When submitting your file, you will indicate to which laboratories and teams you will like to be assigned. Indeed, CNRS researchers are commonly assigned to research teams in universities that have a joint lab with CNRS, in what is called an unité mixte de recherche. You will need the UMR number of your host laboratories when applying: search for it online or ask the teams for help. The recommendations of section 6 indicate you should have at least two proposed host laboratories. Rumor has it that it is essentially impossible to apply to a host laboratory where you did your PhD, or where your PhD advisor has moved (though there have been some exceptions). In any case, it is common knowledge that you should already be in touch with your proposed host teams when submitting your online application. Usually, well before December, candidates will meet the members of their target teams and discuss their application, and laboratories will decide on which candidates to support. It is essentially useless to request affiliation to a laboratory or team if the team and laboratory do not already know you and support you, because it would put you at a disadvantage compared to candidates who have this support.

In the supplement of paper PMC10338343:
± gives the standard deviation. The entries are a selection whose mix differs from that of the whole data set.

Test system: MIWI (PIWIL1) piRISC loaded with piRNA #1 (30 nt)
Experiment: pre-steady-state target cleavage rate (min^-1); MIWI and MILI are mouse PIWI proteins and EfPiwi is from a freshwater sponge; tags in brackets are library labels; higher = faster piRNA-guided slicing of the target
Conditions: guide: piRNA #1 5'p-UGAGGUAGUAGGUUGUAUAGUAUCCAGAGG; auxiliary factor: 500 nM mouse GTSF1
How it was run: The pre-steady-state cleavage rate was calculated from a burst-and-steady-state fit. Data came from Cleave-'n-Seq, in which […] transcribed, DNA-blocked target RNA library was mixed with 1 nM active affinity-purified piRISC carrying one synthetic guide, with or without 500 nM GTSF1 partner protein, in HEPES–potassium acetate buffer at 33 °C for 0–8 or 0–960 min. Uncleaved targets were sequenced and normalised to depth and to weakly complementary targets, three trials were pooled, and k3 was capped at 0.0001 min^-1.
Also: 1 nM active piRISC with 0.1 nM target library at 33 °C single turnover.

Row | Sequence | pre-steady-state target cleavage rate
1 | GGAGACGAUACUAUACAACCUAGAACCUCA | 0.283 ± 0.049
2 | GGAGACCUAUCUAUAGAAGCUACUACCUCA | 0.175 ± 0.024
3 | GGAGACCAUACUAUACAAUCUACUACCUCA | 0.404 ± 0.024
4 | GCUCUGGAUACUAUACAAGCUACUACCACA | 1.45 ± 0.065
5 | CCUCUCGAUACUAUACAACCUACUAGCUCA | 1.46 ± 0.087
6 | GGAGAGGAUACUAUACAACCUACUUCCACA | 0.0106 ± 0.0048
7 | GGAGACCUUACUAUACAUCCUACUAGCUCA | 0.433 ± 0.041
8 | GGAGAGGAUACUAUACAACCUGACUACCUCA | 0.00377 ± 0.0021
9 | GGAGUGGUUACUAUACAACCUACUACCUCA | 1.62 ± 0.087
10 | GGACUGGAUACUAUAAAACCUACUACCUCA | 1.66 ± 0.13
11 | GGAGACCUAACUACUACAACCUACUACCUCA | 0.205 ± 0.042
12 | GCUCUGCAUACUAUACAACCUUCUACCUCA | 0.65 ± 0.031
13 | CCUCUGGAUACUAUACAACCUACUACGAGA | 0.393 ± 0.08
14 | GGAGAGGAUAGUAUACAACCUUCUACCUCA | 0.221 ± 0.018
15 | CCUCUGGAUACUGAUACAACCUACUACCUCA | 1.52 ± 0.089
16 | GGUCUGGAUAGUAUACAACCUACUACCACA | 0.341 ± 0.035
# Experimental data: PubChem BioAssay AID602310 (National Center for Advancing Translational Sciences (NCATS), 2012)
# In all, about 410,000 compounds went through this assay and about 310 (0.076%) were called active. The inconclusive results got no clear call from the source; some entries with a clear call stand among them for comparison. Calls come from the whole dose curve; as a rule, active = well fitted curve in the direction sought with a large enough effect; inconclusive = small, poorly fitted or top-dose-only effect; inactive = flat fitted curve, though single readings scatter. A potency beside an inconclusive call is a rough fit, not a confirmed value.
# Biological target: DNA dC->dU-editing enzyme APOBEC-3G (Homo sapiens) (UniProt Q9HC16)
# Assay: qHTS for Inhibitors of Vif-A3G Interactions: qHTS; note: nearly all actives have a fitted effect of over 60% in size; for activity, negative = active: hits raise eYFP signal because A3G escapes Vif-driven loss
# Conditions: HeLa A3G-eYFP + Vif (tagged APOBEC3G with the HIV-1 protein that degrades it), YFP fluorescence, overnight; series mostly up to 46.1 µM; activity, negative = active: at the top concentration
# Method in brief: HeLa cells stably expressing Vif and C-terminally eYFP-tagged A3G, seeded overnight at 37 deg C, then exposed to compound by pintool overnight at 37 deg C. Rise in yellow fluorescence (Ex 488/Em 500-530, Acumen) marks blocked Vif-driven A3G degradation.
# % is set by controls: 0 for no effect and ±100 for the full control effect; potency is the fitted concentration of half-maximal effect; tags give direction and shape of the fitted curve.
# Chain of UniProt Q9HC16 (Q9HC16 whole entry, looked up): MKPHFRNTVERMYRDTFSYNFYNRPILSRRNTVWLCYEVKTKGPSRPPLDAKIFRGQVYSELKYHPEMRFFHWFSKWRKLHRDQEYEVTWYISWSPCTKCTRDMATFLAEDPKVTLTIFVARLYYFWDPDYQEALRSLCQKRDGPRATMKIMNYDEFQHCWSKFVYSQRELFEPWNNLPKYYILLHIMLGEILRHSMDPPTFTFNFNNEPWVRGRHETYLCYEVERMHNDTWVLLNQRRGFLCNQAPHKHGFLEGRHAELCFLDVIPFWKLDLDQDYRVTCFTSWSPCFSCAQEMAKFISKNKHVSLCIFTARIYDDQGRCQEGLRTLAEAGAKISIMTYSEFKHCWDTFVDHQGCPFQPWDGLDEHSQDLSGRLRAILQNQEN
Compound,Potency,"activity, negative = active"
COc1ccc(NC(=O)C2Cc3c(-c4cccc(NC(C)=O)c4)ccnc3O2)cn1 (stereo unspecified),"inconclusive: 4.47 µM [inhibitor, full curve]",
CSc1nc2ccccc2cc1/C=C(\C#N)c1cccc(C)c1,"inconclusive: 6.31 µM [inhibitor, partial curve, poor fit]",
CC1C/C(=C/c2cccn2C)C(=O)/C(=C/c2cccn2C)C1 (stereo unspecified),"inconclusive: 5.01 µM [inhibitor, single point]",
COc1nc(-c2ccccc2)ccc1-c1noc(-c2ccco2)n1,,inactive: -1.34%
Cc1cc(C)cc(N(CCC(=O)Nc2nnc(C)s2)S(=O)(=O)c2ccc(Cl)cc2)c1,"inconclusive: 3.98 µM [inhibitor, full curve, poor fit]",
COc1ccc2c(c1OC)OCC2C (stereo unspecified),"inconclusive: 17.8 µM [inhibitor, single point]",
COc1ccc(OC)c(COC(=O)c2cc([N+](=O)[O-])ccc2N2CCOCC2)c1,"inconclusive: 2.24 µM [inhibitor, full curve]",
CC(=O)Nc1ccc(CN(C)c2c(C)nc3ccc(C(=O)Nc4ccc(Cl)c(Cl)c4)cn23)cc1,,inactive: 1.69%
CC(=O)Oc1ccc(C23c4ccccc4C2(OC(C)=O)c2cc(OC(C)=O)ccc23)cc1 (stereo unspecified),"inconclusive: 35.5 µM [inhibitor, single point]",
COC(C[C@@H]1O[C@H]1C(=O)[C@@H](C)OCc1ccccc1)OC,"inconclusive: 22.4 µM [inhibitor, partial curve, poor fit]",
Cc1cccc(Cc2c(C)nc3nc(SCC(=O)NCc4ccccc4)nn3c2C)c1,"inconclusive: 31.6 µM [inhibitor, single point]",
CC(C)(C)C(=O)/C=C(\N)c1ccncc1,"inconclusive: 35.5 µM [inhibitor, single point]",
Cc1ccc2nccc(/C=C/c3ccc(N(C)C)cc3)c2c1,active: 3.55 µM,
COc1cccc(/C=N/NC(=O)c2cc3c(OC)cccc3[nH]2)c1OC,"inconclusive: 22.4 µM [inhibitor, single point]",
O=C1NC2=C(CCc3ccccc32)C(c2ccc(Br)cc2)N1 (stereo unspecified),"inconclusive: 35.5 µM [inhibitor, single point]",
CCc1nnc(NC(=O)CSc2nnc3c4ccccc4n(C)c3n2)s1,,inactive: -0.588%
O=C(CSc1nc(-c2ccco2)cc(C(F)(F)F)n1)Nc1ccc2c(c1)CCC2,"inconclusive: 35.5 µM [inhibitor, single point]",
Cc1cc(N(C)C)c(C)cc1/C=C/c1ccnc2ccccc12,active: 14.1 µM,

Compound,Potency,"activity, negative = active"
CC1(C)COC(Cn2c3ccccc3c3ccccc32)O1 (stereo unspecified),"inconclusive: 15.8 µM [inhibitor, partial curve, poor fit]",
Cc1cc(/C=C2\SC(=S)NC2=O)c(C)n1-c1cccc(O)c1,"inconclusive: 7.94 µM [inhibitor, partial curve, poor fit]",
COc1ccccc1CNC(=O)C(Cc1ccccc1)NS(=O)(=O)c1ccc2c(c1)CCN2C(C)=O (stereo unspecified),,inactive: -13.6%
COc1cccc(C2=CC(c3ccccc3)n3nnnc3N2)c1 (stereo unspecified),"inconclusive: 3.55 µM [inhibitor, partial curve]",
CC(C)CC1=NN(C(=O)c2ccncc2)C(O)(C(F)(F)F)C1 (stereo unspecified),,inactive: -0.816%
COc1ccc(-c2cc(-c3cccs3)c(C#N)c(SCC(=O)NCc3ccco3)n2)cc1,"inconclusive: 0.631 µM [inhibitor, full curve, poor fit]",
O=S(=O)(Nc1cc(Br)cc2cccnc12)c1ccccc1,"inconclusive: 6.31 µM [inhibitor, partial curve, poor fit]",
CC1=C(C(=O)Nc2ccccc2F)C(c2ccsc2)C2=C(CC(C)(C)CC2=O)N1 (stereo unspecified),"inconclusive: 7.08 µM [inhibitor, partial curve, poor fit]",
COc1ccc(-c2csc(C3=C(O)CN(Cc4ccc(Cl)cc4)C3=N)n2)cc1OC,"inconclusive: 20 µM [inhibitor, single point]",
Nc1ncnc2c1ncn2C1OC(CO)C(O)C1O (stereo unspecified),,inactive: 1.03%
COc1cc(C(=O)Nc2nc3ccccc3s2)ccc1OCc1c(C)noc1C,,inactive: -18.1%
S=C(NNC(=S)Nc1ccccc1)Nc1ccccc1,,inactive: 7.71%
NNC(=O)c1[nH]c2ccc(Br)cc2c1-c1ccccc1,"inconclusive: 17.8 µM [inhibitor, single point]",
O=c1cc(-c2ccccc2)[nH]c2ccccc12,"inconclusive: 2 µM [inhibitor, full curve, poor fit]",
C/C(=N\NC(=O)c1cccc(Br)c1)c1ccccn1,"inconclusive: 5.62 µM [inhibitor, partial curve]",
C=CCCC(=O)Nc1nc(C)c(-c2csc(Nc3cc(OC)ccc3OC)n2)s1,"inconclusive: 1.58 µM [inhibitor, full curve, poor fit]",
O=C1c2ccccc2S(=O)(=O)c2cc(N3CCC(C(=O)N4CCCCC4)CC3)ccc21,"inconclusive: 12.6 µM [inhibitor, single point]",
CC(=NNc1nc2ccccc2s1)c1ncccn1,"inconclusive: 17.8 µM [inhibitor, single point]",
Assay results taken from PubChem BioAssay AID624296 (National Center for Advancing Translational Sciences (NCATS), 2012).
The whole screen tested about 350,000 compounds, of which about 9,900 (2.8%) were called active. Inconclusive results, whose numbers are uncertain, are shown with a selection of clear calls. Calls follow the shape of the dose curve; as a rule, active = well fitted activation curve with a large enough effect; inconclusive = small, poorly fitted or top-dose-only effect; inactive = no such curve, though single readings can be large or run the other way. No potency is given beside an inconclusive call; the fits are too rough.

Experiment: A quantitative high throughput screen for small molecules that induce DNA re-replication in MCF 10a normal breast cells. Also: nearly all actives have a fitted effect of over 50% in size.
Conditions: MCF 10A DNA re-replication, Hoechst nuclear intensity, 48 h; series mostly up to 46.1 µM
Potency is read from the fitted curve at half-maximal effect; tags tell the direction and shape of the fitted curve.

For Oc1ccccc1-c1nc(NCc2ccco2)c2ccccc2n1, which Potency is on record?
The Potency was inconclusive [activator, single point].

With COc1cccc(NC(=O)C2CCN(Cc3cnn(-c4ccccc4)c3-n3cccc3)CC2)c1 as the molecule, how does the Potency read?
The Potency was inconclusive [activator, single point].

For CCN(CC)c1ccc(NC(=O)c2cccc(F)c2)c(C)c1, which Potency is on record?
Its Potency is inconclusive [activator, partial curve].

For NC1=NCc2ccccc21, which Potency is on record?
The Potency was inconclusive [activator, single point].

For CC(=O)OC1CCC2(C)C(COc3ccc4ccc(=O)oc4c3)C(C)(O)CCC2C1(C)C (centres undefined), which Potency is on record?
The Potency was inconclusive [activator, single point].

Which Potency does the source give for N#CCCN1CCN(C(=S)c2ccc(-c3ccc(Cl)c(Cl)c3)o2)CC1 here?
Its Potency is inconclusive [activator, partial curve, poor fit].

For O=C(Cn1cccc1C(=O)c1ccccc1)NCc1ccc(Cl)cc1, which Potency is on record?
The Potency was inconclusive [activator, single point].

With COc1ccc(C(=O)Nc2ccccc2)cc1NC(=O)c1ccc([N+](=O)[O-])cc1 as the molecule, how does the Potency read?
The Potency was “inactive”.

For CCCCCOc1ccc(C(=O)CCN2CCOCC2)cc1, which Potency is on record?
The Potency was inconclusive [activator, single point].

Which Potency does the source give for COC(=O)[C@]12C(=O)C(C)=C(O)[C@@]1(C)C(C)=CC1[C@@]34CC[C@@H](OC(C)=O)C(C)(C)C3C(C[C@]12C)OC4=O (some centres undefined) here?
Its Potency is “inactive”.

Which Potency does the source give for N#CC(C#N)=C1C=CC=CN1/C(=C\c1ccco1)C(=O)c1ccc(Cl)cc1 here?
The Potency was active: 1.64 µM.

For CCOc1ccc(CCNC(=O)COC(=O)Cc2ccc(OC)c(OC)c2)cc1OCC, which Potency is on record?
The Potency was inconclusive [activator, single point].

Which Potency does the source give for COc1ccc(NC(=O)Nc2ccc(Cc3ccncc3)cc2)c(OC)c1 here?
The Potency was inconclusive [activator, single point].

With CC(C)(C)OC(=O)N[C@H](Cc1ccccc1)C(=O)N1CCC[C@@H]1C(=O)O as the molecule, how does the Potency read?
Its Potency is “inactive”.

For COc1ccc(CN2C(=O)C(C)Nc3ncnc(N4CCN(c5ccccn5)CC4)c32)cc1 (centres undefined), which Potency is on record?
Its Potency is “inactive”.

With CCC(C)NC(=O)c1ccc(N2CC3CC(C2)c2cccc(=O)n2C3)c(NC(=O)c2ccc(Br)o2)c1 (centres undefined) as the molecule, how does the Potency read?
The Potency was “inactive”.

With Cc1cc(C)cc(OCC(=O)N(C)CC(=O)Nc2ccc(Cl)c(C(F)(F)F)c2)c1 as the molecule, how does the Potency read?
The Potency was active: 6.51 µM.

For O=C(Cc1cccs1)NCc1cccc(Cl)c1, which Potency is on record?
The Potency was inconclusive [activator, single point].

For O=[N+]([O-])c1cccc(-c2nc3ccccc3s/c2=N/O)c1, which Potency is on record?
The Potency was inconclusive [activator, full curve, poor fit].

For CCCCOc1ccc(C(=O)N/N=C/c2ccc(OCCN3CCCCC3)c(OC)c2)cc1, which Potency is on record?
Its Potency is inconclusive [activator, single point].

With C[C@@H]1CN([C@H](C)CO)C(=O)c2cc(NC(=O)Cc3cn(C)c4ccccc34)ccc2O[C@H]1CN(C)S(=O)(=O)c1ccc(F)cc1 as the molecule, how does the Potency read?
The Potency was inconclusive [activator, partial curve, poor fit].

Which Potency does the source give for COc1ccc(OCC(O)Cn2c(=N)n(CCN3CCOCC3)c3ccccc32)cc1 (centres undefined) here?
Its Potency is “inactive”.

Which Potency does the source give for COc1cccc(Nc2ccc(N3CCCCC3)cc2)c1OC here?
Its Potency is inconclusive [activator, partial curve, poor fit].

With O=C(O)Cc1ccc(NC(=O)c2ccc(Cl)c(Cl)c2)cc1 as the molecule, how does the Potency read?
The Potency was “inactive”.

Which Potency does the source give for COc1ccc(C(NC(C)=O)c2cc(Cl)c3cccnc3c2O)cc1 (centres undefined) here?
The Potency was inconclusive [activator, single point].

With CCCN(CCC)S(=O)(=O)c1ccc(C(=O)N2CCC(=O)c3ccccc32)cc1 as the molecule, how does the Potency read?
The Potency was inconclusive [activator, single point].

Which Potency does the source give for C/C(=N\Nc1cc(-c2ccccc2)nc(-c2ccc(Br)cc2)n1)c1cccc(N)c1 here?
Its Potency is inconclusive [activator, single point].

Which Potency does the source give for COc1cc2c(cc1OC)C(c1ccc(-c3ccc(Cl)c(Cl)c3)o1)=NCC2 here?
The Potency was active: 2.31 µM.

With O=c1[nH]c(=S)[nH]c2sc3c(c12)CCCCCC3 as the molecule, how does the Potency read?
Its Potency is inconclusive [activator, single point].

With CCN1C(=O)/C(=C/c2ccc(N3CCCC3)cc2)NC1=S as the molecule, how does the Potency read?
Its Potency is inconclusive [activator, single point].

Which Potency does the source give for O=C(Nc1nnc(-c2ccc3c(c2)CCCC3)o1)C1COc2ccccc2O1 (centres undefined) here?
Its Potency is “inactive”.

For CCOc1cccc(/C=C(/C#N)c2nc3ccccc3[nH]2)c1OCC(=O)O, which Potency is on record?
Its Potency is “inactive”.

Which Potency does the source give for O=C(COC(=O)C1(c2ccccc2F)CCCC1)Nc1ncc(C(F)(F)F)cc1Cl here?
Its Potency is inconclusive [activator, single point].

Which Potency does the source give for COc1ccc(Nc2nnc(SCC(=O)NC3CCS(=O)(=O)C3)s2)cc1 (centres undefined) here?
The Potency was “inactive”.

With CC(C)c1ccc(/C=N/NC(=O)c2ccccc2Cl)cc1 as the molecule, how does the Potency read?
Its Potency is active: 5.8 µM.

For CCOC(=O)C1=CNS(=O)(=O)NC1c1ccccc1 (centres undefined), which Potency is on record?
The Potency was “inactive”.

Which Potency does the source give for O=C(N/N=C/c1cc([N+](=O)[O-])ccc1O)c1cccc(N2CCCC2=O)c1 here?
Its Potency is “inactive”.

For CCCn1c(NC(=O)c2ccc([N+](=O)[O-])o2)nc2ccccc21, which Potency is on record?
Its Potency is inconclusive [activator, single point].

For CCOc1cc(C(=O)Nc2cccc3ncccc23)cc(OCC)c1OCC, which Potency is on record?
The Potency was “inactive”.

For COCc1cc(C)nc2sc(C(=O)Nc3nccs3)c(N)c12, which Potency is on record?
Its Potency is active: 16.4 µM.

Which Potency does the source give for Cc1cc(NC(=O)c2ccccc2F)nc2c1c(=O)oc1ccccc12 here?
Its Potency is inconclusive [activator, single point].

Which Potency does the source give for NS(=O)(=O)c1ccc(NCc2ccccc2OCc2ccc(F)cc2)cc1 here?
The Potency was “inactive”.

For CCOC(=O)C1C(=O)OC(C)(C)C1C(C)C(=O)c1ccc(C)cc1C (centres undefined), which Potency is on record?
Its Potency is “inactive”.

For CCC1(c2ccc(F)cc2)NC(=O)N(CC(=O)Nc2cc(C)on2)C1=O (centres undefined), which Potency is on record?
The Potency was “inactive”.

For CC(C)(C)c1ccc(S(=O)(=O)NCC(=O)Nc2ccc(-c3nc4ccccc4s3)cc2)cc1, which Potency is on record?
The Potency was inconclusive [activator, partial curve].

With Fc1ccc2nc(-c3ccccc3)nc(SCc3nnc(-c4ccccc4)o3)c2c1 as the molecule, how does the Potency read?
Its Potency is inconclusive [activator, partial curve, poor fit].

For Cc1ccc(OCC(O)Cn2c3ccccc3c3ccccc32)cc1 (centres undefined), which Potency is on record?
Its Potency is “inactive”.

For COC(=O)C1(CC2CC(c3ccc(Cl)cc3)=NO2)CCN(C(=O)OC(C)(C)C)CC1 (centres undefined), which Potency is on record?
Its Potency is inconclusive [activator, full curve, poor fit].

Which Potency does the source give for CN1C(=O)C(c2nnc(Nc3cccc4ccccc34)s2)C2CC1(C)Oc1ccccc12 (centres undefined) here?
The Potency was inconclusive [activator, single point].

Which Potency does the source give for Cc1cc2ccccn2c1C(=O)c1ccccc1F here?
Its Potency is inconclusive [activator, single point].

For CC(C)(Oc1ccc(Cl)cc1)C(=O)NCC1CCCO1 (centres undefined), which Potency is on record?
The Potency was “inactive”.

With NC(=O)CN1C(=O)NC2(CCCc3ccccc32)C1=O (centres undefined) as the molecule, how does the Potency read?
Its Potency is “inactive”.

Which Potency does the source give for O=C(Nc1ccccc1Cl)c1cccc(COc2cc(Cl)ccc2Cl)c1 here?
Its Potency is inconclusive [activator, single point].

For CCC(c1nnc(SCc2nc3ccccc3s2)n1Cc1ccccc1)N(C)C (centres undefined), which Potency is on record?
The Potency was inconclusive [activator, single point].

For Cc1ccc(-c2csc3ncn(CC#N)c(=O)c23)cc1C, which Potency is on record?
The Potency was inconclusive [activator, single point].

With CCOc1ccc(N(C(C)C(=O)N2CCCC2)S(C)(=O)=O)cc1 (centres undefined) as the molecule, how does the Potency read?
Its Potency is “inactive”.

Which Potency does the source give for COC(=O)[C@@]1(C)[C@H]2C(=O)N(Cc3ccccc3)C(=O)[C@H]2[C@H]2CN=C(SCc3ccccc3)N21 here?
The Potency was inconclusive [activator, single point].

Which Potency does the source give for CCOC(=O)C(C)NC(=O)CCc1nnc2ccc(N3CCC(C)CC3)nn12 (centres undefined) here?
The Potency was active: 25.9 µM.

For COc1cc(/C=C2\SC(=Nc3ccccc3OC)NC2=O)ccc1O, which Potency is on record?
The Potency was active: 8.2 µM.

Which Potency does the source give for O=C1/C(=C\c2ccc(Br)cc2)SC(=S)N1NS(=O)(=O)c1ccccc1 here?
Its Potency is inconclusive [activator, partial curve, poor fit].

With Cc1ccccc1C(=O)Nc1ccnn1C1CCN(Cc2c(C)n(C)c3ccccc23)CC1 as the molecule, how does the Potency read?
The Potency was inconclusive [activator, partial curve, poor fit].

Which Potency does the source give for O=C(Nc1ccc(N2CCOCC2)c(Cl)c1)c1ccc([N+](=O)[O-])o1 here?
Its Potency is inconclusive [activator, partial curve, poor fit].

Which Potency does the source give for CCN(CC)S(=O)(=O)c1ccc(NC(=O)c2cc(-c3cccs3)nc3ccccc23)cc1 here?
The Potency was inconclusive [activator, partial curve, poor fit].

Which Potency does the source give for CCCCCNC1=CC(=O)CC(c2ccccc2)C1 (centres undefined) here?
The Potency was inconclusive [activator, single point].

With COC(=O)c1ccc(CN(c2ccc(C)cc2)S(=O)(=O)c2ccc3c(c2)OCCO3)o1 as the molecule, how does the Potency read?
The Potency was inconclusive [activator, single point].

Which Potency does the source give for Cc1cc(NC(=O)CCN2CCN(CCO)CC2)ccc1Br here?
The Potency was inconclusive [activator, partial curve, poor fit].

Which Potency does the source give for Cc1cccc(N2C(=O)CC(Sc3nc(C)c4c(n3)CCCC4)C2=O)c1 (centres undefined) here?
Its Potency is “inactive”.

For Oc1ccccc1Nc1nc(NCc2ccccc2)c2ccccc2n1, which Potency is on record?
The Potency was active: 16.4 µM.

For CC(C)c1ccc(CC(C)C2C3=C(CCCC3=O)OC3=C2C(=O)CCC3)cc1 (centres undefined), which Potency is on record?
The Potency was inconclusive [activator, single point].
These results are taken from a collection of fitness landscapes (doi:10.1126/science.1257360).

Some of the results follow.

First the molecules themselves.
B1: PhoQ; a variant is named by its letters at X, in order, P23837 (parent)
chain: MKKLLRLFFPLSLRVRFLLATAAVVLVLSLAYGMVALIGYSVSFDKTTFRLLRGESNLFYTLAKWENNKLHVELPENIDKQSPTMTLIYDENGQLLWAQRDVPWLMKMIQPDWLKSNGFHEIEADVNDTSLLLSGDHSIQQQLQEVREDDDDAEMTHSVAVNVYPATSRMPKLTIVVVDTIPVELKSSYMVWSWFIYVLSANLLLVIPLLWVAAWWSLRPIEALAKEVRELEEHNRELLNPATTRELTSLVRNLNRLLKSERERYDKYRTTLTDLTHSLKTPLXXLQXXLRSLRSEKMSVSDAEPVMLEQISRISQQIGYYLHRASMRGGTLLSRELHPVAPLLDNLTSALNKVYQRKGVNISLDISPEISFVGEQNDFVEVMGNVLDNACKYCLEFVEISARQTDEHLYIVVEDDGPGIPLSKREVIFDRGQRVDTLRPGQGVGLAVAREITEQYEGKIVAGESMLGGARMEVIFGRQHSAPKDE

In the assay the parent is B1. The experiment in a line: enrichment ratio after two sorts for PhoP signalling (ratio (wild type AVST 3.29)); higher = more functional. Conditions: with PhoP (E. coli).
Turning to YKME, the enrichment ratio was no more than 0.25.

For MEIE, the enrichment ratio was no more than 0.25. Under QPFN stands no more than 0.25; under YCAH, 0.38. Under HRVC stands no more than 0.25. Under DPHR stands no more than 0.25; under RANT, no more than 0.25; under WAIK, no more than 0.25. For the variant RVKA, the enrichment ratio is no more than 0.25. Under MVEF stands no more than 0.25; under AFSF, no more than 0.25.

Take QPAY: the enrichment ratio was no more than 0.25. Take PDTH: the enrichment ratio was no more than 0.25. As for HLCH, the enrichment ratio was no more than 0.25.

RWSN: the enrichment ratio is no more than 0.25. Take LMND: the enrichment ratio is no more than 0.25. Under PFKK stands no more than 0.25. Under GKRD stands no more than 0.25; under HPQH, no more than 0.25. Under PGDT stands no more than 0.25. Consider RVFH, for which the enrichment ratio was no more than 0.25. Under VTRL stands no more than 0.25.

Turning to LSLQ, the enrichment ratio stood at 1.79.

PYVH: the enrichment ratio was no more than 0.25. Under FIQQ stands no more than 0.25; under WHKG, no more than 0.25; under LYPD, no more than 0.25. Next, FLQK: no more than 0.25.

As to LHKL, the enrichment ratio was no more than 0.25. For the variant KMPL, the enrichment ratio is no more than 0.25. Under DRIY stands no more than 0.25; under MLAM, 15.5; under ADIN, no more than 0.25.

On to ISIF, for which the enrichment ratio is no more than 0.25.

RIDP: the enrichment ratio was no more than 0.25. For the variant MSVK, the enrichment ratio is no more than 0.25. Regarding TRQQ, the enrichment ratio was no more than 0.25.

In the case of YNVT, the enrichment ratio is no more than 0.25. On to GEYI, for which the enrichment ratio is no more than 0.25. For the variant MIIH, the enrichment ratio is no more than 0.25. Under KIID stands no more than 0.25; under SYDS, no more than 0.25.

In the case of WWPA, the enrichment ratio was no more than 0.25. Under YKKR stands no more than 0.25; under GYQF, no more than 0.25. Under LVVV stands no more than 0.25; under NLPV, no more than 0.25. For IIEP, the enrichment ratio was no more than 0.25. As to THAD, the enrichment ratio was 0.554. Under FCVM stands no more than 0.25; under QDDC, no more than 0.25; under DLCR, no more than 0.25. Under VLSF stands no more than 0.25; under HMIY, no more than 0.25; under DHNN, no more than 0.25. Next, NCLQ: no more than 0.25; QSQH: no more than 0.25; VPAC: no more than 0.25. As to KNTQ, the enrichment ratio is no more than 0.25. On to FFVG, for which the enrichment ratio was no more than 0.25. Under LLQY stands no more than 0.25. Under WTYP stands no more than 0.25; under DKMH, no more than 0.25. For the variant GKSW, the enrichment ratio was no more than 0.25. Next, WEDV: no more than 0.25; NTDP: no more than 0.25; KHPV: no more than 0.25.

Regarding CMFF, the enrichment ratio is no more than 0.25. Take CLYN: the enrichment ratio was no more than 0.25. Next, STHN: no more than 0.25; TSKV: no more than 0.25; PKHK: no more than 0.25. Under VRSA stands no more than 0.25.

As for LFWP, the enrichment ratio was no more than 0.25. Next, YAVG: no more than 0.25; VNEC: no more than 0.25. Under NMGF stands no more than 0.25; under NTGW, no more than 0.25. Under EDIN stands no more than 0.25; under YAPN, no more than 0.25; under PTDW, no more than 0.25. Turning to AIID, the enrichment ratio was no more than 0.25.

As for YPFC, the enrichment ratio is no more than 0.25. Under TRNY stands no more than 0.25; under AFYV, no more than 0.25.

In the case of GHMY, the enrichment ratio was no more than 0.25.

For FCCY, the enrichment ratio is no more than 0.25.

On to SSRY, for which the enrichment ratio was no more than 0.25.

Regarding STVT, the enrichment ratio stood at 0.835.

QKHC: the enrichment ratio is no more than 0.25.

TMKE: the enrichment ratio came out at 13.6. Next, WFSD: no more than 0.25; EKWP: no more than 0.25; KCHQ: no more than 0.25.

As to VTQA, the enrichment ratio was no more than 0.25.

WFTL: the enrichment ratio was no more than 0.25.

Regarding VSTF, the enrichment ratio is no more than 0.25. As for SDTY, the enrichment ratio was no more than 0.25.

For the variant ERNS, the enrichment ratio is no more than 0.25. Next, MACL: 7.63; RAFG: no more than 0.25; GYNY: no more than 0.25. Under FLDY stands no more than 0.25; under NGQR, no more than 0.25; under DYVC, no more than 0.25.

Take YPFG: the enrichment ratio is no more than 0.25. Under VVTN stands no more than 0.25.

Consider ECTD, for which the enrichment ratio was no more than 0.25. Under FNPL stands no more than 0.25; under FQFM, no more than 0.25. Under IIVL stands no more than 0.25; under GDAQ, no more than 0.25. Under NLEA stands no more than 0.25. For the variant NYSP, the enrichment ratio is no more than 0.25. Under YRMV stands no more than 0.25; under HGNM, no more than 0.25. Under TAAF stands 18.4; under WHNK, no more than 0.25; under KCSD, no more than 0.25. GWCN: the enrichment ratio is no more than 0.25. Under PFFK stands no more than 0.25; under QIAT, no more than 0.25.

For the first phase of the process, i.e., the online applications, here are the required documents:
It is customary for candidates to request some feedback from their potential host teams about their application file, in particular the project and how they would integrate to the team. It is also customary for candidates to ask former candidates whom they know, so that they can have more examples of application documents. Candidates can choose to disclose their order of preference among their requested host laboratories, or not; of course it is unavoidable that there is usually a fair amount of bluffing between all involved parties at this stage...